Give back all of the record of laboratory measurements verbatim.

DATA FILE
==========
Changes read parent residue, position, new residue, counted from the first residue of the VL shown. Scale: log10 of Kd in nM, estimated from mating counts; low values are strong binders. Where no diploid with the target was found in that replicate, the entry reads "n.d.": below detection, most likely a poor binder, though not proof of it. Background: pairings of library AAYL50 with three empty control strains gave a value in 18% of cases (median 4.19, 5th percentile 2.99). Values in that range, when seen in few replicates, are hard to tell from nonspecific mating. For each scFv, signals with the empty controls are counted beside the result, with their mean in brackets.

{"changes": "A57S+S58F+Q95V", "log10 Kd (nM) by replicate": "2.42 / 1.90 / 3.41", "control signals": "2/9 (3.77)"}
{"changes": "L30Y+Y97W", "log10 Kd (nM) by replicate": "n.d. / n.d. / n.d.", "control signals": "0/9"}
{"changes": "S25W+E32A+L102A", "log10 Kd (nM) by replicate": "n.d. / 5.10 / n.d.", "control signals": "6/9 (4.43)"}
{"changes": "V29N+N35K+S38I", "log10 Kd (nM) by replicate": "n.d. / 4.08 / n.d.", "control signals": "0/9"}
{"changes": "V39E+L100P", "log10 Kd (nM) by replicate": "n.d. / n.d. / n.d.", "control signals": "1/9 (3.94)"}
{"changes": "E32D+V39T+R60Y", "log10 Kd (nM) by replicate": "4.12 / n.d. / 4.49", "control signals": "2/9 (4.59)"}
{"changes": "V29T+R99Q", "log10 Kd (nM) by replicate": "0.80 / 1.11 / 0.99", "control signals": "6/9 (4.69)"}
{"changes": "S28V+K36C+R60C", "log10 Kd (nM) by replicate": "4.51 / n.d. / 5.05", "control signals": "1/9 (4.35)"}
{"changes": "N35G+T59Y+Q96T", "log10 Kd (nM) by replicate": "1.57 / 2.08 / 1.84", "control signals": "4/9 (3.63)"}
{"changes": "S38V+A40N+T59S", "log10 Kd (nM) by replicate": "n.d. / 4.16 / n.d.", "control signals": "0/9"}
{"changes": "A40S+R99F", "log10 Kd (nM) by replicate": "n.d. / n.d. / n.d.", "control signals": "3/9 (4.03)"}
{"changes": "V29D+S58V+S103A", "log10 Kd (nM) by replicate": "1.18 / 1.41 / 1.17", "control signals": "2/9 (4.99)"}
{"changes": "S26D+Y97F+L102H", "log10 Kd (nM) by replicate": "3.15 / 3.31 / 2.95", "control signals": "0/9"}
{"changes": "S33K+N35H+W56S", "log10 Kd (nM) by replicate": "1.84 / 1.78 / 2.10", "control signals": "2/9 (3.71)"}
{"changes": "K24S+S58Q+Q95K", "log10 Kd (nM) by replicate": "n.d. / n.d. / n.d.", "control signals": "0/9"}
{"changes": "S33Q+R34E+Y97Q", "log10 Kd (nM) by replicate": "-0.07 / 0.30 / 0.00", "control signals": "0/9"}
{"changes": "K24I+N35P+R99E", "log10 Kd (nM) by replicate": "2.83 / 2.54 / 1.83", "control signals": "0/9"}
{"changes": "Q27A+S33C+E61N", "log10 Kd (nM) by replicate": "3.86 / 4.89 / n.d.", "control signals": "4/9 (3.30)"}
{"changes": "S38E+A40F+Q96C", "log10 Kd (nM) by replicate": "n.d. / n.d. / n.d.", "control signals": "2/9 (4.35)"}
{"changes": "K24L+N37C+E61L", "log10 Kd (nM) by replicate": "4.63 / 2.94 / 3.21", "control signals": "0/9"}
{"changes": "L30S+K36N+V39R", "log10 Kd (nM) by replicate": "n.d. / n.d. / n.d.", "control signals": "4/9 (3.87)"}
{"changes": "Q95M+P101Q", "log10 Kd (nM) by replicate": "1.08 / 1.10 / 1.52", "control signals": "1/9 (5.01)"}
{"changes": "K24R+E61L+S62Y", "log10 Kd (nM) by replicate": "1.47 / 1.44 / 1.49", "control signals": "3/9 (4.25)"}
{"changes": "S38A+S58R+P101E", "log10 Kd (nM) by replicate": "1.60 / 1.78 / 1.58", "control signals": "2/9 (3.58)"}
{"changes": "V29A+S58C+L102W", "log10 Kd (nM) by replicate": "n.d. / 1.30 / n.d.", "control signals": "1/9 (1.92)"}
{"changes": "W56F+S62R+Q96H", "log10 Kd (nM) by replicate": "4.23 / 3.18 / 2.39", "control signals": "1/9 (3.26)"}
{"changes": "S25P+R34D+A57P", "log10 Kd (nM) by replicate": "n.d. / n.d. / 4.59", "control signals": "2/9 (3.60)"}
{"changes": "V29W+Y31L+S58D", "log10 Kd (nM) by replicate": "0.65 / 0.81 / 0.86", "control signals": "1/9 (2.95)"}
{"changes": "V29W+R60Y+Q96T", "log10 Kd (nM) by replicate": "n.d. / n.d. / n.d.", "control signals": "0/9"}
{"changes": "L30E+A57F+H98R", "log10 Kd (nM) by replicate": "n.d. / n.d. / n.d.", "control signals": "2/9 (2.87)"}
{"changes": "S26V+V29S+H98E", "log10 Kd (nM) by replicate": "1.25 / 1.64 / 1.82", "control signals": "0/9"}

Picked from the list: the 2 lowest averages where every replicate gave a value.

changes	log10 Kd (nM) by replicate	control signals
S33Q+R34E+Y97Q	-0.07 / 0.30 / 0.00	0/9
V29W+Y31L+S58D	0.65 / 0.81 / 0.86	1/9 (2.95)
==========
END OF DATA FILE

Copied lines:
Changes read parent residue, position, new residue, counted from the first residue of the VL shown. Scale: log10 of Kd in nM, estimated from mating counts; low values are strong binders. Where no diploid with the target was found in that replicate, the entry reads "n.d.": below detection, most likely a poor binder, though not proof of it. Background: pairings of library AAYL50 with three empty control strains gave a value in 18% of cases (median 4.19, 5th percentile 2.99). Values in that range, when seen in few replicates, are hard to tell from nonspecific mating. For each scFv, signals with the empty controls are counted beside the result, with their mean in brackets.

{"changes": "A57S+S58F+Q95V", "log10 Kd (nM) by replicate": "2.42 / 1.90 / 3.41", "control signals": "2/9 (3.77)"}
{"changes": "L30Y+Y97W", "log10 Kd (nM) by replicate": "n.d. / n.d. / n.d.", "control signals": "0/9"}
{"changes": "S25W+E32A+L102A", "log10 Kd (nM) by replicate": "n.d. / 5.10 / n.d.", "control signals": "6/9 (4.43)"}
{"changes": "V29N+N35K+S38I", "log10 Kd (nM) by replicate": "n.d. / 4.08 / n.d.", "control signals": "0/9"}
{"changes": "V39E+L100P", "log10 Kd (nM) by replicate": "n.d. / n.d. / n.d.", "control signals": "1/9 (3.94)"}
{"changes": "E32D+V39T+R60Y", "log10 Kd (nM) by replicate": "4.12 / n.d. / 4.49", "control signals": "2/9 (4.59)"}
{"changes": "V29T+R99Q", "log10 Kd (nM) by replicate": "0.80 / 1.11 / 0.99", "control signals": "6/9 (4.69)"}
{"changes": "S28V+K36C+R60C", "log10 Kd (nM) by replicate": "4.51 / n.d. / 5.05", "control signals": "1/9 (4.35)"}
{"changes": "N35G+T59Y+Q96T", "log10 Kd (nM) by replicate": "1.57 / 2.08 / 1.84", "control signals": "4/9 (3.63)"}
{"changes": "S38V+A40N+T59S", "log10 Kd (nM) by replicate": "n.d. / 4.16 / n.d.", "control signals": "0/9"}
{"changes": "A40S+R99F", "log10 Kd (nM) by replicate": "n.d. / n.d. / n.d.", "control signals": "3/9 (4.03)"}
{"changes": "V29D+S58V+S103A", "log10 Kd (nM) by replicate": "1.18 / 1.41 / 1.17", "control signals": "2/9 (4.99)"}
{"changes": "S26D+Y97F+L102H", "log10 Kd (nM) by replicate": "3.15 / 3.31 / 2.95", "control signals": "0/9"}
{"changes": "S33K+N35H+W56S", "log10 Kd (nM) by replicate": "1.84 / 1.78 / 2.10", "control signals": "2/9 (3.71)"}
{"changes": "K24S+S58Q+Q95K", "log10 Kd (nM) by replicate": "n.d. / n.d. / n.d.", "control signals": "0/9"}
{"changes": "S33Q+R34E+Y97Q", "log10 Kd (nM) by replicate": "-0.07 / 0.30 / 0.00", "control signals": "0/9"}
{"changes": "K24I+N35P+R99E", "log10 Kd (nM) by replicate": "2.83 / 2.54 / 1.83", "control signals": "0/9"}
{"changes": "Q27A+S33C+E61N", "log10 Kd (nM) by replicate": "3.86 / 4.89 / n.d.", "control signals": "4/9 (3.30)"}
{"changes": "S38E+A40F+Q96C", "log10 Kd (nM) by replicate": "n.d. / n.d. / n.d.", "control signals": "2/9 (4.35)"}
{"changes": "K24L+N37C+E61L", "log10 Kd (nM) by replicate": "4.63 / 2.94 / 3.21", "control signals": "0/9"}
{"changes": "L30S+K36N+V39R", "log10 Kd (nM) by replicate": "n.d. / n.d. / n.d.", "control signals": "4/9 (3.87)"}
{"changes": "Q95M+P101Q", "log10 Kd (nM) by replicate": "1.08 / 1.10 / 1.52", "control signals": "1/9 (5.01)"}
{"changes": "K24R+E61L+S62Y", "log10 Kd (nM) by replicate": "1.47 / 1.44 / 1.49", "control signals": "3/9 (4.25)"}
{"changes": "S38A+S58R+P101E", "log10 Kd (nM) by replicate": "1.60 / 1.78 / 1.58", "control signals": "2/9 (3.58)"}
{"changes": "V29A+S58C+L102W", "log10 Kd (nM) by replicate": "n.d. / 1.30 / n.d.", "control signals": "1/9 (1.92)"}
{"changes": "W56F+S62R+Q96H", "log10 Kd (nM) by replicate": "4.23 / 3.18 / 2.39", "control signals": "1/9 (3.26)"}
{"changes": "S25P+R34D+A57P", "log10 Kd (nM) by replicate": "n.d. / n.d. / 4.59", "control signals": "2/9 (3.60)"}
{"changes": "V29W+Y31L+S58D", "log10 Kd (nM) by replicate": "0.65 / 0.81 / 0.86", "control signals": "1/9 (2.95)"}
{"changes": "V29W+R60Y+Q96T", "log10 Kd (nM) by replicate": "n.d. / n.d. / n.d.", "control signals": "0/9"}
{"changes": "L30E+A57F+H98R", "log10 Kd (nM) by replicate": "n.d. / n.d. / n.d.", "control signals": "2/9 (2.87)"}
{"changes": "S26V+V29S+H98E", "log10 Kd (nM) by replicate": "1.25 / 1.64 / 1.82", "control signals": "0/9"}

Picked from the list: the 2 lowest averages where every replicate gave a value.

changes	log10 Kd (nM) by replicate	control signals
S33Q+R34E+Y97Q	-0.07 / 0.30 / 0.00	0/9
V29W+Y31L+S58D	0.65 / 0.81 / 0.86	1/9 (2.95)